Thursday, March 24, 2011

Did Obama go off the reservation?

President Obama finds himself in a precarious position. In dealing with the crisis in Libya, the president has created a 'perfect storm' of sorts.

Let me start by saying that participating in the United Nations coalition force that has hit Libyan military targets is the humanitarian course of action and must be done. Libya, under the rule of Moammar Ghadafi is a failed state. He has abused the people under his rule for over 40 years. His recent air strikes on civilians in his own nation are beyond any civilized nation. His time is up.

President Obama aptly used a multilateral approach in organizing action against Ghadafi and received the backing of both the United Nations and the Arab League. Additionally, he sought to allow other nations to take the lead in the air strike.

With that said, numerous questions and uncertainties still exist about the situation. First, what is the ultimate 'endgame' scenario for the United States? If Ghadafi is toppled, who would rise to leadership? Also, what will this do to America's international reputation?

These are valid questions to ask, but the real question is -- does the president even have authority to commit the military?

That remains to be seen at this point. Congress has not declared war and has not authorized the use of force. The real contention deals with the interpretation of the War Powers Act of 1973, which allows the president to deploy the military for up to 60 days without congressional authorization. Part of the act reads,
(c) The constitutional powers of the President as Commander-in-Chief to introduce United States Armed Forces into hostilities, or into situations where imminent involvement in hostilities is clearly indicated by the circumstances, are exercised only pursuant to (1) a declaration of war, (2) specific statutory authorization, or (3) a national emergency created by attack upon the United States, its territories or possessions, or its armed forces.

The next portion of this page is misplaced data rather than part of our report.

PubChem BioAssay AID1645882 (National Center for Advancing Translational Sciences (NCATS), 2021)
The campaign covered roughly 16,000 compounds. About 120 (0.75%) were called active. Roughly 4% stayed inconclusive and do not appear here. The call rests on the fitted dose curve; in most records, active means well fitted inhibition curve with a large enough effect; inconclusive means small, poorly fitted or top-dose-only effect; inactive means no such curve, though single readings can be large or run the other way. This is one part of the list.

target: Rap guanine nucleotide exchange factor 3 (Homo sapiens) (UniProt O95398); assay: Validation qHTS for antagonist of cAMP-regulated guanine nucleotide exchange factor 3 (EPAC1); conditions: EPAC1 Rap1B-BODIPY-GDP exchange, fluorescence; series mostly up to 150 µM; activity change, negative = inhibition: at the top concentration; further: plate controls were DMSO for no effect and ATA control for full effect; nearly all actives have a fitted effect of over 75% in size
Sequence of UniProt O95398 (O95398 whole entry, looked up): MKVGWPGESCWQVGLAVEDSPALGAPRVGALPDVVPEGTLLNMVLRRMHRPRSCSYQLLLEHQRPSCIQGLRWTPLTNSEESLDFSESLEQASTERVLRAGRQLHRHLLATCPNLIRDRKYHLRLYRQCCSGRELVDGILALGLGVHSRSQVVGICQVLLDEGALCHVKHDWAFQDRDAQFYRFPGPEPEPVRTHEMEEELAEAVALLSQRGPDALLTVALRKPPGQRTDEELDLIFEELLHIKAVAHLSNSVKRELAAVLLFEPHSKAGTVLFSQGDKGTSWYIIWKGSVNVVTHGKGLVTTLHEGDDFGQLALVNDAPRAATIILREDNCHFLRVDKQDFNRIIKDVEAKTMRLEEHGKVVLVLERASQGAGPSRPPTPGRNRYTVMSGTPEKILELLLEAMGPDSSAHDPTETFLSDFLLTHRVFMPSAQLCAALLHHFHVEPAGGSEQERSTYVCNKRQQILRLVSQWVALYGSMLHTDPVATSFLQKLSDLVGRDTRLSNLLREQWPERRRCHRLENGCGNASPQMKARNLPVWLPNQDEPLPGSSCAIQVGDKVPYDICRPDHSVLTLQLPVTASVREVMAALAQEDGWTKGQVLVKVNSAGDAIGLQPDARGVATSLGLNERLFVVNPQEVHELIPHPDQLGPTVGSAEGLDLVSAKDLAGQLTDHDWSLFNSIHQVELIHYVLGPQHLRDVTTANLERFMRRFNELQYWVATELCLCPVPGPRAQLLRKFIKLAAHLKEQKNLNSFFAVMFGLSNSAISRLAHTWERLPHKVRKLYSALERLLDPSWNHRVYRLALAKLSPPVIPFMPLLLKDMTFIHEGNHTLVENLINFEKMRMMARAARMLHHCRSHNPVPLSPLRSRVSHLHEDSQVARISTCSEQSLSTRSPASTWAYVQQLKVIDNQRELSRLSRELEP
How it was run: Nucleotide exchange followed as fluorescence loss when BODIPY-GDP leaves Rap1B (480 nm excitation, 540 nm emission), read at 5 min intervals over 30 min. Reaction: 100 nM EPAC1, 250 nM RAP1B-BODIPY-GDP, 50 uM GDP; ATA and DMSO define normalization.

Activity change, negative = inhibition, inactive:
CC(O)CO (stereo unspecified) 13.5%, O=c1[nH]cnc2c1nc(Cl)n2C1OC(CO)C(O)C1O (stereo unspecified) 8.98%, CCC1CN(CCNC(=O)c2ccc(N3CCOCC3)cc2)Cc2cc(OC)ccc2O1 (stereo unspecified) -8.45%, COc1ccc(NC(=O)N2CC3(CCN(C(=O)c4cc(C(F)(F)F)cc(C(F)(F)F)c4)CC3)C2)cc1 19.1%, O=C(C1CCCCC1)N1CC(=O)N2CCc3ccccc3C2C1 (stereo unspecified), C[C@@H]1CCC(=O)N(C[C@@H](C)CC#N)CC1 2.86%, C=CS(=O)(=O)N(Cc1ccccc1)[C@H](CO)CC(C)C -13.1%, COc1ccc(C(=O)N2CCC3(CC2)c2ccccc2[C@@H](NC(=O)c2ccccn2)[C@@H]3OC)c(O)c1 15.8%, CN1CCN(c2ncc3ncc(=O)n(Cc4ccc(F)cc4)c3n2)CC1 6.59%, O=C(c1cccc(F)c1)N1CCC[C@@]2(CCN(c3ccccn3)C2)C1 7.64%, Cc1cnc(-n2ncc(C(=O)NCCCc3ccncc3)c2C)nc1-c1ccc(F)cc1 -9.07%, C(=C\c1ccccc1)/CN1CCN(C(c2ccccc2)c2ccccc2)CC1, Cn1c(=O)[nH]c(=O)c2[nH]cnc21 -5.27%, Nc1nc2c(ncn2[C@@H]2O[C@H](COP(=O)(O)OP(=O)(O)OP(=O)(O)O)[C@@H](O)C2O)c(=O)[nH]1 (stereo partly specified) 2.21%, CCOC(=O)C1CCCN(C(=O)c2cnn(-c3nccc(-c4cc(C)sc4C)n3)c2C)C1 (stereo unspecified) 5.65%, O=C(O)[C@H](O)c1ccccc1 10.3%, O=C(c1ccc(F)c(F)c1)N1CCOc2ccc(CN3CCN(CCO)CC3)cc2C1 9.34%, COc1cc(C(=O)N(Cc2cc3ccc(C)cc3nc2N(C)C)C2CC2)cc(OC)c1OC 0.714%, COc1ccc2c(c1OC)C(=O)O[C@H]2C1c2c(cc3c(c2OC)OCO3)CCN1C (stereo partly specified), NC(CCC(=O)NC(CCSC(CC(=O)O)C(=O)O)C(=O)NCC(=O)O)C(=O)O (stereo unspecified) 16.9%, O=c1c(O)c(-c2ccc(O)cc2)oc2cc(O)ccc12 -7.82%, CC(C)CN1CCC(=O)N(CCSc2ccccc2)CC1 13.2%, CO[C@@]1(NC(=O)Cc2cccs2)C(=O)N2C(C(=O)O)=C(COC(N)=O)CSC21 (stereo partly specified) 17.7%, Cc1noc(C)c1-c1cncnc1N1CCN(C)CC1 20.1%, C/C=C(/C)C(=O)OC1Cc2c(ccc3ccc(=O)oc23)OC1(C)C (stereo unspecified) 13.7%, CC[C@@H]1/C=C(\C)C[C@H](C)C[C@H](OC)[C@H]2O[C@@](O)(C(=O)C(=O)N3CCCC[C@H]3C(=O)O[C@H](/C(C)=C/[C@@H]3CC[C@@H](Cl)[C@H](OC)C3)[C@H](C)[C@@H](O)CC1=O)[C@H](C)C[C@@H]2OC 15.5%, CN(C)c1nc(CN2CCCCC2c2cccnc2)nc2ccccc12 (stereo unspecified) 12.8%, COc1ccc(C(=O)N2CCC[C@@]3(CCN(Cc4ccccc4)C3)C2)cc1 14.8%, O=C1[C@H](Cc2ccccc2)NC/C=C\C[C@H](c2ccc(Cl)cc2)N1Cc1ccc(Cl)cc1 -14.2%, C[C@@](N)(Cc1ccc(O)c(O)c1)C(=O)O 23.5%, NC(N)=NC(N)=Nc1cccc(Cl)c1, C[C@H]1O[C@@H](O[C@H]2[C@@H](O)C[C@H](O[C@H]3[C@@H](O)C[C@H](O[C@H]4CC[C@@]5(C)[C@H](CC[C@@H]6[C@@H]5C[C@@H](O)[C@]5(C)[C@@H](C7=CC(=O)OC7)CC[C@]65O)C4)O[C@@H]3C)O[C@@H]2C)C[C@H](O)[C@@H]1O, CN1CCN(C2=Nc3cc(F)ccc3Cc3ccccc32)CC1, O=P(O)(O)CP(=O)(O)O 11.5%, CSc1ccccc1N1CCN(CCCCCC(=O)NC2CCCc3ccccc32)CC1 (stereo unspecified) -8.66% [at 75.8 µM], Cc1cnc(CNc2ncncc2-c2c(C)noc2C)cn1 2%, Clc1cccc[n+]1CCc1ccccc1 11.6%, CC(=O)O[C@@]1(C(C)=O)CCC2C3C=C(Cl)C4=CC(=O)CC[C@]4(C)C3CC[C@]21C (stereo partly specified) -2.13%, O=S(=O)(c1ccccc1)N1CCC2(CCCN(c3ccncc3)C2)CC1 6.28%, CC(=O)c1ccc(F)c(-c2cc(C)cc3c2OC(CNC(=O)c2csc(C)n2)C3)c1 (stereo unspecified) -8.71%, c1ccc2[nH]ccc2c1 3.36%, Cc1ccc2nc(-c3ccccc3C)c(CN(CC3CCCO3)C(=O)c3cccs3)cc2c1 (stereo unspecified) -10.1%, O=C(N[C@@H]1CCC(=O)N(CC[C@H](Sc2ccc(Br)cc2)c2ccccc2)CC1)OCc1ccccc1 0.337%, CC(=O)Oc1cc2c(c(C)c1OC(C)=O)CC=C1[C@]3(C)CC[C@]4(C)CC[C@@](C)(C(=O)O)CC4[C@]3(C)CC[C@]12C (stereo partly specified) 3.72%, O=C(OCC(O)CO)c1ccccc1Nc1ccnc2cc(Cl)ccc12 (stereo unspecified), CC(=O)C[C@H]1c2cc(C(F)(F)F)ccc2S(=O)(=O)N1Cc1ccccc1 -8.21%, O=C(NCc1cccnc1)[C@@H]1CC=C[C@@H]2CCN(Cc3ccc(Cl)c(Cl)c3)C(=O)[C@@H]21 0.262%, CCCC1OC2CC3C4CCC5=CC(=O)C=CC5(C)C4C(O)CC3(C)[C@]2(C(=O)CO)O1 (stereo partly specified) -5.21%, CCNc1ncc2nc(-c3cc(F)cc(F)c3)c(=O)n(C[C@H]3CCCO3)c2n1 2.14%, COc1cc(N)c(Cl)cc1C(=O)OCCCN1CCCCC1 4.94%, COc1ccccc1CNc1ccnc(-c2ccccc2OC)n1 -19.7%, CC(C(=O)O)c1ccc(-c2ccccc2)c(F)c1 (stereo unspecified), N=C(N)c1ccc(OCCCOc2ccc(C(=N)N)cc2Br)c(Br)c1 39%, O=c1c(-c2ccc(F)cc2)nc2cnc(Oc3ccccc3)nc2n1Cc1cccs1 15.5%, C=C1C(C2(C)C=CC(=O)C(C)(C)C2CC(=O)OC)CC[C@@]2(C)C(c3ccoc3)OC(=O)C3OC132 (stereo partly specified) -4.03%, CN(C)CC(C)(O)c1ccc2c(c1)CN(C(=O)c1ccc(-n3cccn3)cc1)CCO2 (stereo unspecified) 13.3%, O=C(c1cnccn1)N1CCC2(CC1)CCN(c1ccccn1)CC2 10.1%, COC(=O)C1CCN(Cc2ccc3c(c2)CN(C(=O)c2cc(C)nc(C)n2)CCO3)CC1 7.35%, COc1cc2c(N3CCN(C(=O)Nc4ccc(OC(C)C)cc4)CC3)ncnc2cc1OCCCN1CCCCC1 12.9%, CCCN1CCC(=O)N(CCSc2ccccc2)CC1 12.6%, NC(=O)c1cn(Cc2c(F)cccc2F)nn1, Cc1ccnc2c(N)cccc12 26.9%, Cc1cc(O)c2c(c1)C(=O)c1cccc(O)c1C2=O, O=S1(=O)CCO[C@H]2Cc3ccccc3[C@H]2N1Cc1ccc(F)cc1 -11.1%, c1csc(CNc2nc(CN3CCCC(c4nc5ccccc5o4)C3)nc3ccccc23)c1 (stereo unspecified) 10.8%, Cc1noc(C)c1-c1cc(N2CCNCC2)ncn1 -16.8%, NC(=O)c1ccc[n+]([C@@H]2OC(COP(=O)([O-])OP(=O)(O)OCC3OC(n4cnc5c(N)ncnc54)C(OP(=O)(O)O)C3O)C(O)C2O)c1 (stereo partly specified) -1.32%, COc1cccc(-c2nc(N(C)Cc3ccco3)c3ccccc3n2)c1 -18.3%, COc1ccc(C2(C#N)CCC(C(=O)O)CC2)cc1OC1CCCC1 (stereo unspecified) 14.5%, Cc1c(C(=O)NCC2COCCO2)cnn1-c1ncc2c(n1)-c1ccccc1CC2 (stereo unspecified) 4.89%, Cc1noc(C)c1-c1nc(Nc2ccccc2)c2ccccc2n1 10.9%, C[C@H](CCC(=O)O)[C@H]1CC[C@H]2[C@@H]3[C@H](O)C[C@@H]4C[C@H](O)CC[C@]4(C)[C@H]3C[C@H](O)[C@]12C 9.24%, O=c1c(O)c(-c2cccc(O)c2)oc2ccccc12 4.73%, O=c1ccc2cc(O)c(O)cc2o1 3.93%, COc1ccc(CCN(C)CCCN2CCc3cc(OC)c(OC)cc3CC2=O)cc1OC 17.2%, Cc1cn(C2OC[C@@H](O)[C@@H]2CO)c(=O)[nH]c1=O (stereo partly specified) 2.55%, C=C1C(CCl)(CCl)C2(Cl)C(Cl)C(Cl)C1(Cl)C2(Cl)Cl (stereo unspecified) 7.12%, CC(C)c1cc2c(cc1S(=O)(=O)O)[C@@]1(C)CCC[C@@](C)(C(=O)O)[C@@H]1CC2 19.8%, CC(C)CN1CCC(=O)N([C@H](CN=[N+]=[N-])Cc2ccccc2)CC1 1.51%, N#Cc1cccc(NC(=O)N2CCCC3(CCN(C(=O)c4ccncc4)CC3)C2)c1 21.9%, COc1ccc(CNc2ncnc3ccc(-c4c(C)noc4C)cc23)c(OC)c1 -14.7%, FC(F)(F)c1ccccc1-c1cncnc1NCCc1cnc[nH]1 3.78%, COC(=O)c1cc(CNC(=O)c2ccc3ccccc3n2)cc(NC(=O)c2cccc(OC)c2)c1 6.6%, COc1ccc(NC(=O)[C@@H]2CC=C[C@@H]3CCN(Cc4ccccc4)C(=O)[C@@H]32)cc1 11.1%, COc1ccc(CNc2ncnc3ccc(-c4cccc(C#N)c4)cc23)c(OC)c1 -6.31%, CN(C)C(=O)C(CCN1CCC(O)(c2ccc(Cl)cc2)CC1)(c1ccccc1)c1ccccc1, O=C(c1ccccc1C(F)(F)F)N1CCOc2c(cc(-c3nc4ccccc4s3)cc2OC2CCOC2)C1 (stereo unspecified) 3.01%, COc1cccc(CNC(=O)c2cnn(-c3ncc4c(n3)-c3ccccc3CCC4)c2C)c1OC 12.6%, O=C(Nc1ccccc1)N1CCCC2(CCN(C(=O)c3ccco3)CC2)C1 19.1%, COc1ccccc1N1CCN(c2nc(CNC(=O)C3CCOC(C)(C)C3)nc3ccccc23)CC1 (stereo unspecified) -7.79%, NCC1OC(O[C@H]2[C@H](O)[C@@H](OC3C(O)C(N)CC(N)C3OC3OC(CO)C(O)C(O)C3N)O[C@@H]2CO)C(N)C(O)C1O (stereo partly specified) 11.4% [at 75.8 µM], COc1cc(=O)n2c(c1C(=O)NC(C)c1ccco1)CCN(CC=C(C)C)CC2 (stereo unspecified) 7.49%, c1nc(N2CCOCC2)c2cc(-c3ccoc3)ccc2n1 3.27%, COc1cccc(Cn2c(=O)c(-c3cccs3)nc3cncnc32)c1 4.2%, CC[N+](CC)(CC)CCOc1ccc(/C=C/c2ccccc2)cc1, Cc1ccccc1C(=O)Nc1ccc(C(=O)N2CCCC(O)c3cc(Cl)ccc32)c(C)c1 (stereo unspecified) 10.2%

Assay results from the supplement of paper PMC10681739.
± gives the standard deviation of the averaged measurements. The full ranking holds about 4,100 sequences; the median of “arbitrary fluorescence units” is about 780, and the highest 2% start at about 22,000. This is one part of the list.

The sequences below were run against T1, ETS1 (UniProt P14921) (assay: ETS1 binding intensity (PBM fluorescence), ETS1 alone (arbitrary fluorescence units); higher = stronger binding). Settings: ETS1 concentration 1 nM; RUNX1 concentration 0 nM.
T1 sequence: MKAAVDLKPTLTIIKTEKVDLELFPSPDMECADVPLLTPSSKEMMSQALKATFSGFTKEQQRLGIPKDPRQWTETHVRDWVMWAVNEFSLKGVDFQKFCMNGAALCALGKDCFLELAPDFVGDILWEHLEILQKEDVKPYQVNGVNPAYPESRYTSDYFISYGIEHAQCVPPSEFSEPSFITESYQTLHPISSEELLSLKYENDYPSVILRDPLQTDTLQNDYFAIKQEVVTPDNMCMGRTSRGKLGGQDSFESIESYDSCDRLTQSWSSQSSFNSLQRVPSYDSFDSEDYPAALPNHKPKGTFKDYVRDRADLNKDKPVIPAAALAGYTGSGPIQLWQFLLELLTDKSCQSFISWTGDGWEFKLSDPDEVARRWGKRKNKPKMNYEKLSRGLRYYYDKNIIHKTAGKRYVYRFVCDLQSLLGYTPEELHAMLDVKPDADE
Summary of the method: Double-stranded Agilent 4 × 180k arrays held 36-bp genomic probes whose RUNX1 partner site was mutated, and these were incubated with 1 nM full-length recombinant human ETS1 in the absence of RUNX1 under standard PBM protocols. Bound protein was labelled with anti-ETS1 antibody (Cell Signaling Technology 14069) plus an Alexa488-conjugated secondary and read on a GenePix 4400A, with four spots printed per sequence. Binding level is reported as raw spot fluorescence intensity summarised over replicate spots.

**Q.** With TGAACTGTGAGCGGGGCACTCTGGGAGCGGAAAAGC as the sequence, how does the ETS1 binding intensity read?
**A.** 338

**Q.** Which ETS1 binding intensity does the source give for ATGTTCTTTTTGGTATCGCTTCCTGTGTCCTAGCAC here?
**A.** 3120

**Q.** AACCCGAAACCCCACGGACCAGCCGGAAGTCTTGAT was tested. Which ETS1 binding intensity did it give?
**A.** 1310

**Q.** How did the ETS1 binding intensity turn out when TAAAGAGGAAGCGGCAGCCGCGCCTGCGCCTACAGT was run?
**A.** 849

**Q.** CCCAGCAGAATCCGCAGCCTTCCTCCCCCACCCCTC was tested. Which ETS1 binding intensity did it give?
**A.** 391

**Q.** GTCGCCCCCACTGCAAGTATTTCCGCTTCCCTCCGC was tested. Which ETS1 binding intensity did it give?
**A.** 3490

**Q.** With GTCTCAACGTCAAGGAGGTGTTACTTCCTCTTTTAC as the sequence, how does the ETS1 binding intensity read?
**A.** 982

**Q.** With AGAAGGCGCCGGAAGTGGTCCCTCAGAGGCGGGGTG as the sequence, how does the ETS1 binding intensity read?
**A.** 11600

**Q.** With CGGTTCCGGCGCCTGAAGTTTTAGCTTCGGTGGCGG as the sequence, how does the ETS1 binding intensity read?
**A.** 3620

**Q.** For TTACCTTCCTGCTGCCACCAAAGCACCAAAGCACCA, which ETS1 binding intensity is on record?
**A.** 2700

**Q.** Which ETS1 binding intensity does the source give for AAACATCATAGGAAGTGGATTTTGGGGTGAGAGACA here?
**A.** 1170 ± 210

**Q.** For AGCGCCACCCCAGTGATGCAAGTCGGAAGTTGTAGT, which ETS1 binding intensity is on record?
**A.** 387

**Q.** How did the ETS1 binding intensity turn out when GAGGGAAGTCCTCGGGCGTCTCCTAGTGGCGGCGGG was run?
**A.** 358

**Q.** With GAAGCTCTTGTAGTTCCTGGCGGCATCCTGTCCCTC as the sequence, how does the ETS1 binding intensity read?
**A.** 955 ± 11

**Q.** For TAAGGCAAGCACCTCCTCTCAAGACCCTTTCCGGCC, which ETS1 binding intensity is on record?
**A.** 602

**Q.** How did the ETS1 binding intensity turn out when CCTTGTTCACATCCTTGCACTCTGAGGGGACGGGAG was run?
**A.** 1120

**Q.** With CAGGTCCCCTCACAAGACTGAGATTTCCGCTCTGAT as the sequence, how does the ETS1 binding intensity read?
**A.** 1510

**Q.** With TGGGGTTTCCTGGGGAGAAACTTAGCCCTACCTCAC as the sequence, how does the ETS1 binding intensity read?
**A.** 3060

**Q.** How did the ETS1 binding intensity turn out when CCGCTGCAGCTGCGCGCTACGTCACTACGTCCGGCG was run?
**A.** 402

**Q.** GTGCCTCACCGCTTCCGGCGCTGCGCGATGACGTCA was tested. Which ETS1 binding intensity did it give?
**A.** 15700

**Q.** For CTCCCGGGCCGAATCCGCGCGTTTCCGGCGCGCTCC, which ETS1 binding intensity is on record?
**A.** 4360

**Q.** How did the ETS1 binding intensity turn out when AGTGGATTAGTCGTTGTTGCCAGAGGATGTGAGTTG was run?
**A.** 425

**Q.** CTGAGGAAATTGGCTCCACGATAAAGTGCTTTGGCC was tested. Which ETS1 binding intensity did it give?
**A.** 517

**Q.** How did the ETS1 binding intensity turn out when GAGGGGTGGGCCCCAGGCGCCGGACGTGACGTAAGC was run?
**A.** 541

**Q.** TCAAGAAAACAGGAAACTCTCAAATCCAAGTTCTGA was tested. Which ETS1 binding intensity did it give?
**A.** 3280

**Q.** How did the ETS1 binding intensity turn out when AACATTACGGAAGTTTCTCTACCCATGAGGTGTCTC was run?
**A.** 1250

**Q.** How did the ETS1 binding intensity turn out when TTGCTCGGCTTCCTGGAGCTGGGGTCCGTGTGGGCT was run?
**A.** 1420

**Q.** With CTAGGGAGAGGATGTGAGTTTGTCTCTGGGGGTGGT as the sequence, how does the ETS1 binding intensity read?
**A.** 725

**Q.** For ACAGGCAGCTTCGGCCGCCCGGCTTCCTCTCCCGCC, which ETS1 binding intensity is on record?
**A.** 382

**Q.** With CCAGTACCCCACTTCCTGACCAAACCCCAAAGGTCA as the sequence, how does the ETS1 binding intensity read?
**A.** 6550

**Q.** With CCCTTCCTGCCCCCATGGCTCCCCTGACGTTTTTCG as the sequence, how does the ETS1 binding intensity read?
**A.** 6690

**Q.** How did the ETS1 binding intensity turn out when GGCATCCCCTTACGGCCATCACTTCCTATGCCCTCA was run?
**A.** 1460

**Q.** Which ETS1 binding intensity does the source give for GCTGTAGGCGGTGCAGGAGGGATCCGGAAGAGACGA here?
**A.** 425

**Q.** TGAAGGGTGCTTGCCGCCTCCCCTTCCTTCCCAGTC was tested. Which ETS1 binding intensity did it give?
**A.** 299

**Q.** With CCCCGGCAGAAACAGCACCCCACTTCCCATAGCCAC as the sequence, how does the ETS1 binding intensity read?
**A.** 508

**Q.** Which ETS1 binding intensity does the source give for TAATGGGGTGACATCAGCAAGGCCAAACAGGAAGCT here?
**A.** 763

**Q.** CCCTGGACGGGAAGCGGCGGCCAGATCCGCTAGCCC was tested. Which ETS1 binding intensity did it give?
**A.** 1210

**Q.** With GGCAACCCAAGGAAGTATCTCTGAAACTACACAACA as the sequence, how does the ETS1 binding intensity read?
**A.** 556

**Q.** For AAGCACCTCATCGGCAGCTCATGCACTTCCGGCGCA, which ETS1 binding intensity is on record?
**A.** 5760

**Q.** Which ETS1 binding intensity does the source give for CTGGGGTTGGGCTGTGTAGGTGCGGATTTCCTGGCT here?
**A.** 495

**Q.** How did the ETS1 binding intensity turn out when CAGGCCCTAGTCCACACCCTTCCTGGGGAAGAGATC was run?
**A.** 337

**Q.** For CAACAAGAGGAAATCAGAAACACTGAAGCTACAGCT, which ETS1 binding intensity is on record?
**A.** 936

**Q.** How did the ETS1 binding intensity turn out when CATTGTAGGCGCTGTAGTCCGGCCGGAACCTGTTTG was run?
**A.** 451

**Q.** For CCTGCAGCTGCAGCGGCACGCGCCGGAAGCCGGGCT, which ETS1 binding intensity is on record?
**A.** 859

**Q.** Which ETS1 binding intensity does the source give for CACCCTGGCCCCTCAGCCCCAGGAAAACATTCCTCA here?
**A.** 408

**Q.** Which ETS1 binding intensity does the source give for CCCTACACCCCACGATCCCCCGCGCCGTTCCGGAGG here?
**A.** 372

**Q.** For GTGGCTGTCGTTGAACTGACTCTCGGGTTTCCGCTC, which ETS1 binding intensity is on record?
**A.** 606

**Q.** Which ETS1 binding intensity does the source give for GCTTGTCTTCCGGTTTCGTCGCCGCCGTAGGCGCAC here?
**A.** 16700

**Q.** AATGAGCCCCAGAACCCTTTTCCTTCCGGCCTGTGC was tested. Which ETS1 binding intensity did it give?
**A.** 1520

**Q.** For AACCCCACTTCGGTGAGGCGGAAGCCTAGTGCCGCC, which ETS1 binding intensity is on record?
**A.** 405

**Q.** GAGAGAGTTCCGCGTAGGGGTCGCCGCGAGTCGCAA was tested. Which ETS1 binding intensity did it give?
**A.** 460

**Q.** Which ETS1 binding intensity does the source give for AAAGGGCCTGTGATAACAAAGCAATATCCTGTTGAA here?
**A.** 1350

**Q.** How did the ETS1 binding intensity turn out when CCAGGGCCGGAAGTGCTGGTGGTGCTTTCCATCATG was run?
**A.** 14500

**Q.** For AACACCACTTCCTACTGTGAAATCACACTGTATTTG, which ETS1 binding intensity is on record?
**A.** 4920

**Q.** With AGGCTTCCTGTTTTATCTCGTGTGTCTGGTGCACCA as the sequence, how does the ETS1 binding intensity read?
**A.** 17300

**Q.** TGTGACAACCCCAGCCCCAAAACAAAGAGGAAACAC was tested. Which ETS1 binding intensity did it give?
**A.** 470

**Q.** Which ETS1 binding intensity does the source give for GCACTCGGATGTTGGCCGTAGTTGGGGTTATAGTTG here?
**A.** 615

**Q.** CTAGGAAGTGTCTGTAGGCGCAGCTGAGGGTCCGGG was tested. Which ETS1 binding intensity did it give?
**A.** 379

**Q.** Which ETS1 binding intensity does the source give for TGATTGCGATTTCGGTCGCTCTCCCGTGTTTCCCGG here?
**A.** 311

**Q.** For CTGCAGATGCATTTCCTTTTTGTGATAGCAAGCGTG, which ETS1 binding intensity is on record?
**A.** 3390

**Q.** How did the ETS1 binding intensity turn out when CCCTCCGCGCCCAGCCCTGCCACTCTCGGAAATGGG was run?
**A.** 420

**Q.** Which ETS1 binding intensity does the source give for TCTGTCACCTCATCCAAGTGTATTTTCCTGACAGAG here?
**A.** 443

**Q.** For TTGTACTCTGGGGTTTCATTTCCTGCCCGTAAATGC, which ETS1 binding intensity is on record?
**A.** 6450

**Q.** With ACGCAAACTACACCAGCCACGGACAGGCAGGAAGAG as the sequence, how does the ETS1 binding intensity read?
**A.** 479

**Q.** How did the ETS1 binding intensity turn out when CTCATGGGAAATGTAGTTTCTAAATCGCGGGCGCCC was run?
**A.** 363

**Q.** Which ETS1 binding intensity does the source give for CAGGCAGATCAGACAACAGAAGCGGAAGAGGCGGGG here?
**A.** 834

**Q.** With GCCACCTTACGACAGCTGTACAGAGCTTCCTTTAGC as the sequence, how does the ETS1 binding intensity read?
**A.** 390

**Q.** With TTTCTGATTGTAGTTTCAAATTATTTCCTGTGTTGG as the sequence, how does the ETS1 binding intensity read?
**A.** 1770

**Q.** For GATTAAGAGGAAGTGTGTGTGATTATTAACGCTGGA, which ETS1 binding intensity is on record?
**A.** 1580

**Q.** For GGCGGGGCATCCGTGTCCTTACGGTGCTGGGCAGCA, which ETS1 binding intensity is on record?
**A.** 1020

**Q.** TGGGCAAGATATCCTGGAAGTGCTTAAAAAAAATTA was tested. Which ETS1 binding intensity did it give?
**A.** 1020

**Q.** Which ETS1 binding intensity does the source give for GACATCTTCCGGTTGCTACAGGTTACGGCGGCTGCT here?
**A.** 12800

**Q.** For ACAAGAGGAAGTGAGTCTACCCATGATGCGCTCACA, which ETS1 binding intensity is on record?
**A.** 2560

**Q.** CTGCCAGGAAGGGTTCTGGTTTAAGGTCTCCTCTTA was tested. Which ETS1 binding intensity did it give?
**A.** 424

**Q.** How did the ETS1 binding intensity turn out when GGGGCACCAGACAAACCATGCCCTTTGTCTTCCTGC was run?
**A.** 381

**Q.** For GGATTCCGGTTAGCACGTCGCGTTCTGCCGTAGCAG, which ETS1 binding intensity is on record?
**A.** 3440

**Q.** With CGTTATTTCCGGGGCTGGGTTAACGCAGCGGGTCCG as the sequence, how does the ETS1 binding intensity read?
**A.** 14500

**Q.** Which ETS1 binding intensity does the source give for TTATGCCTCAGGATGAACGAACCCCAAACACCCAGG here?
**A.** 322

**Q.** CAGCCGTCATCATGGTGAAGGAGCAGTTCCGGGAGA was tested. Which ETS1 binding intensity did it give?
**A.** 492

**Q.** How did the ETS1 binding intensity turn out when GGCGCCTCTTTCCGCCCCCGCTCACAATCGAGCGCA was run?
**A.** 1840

Congressman Ron Paul (R- Texas) has been the leading voice in pushing this perspective and according to the statute, I believe he is correct. Other Republicans, including House Speaker John Boehner (R- Ohio), have contended the president has not fulfilled other parts of the War Powers Act, including the need to define the scope of the action and a time frame.

Strangely, the authority of the president to use the military without the consent of Congress is not a new concept. In 1999, then President Bill Clinton acted without approval from Congress in conducting bombings on Serbia to stop the 'ethnic cleansing' by Slobodan Milosevic.

The American invasion into Panama a decade earlier also raised more than a few eyebrows in what was perhaps a stretch in justification of capturing Manuel Noriega.

Also, as emergency situations have arisen, presidents have been able to consolidate power. After 9/11, Americans have been more than willing to allow the chief executive to have carte blanche with respect to his power. This is always the case when the nation is hit with a crisis.

So does the president have the authority to attack Libya? I'm still uncertain. But is Obama doing what's right? Absolutely. With air strikes on innocent people, can Obama afford to stand idly by while people are slaughtered? In some instance, humans are not afforded the luxury of thinking long term.

American foreign policy is primarily directed by the president, however Congress still has the ultimate weapon. They have the ability to cut military funding and end any foreign conflict. I hope they stand down on this one ...

Location:3rd Ave,Huntington,United States

1 comment:


    "The President does not have power under the Constitution to unilaterally authorize a military attack in a situation that does not involve stopping an actual or imminent threat to the nation.

    As Commander-in-Chief, the President does have a duty to protect and defend the United States. In instances of self-defense, the President would be within his constitutional authority to act before advising Congress or seeking its consent. History has shown us time and again, however, that military action is most successful when it is authorized and supported by the Legislative branch. It is always preferable to have the informed consent of Congress prior to any military action."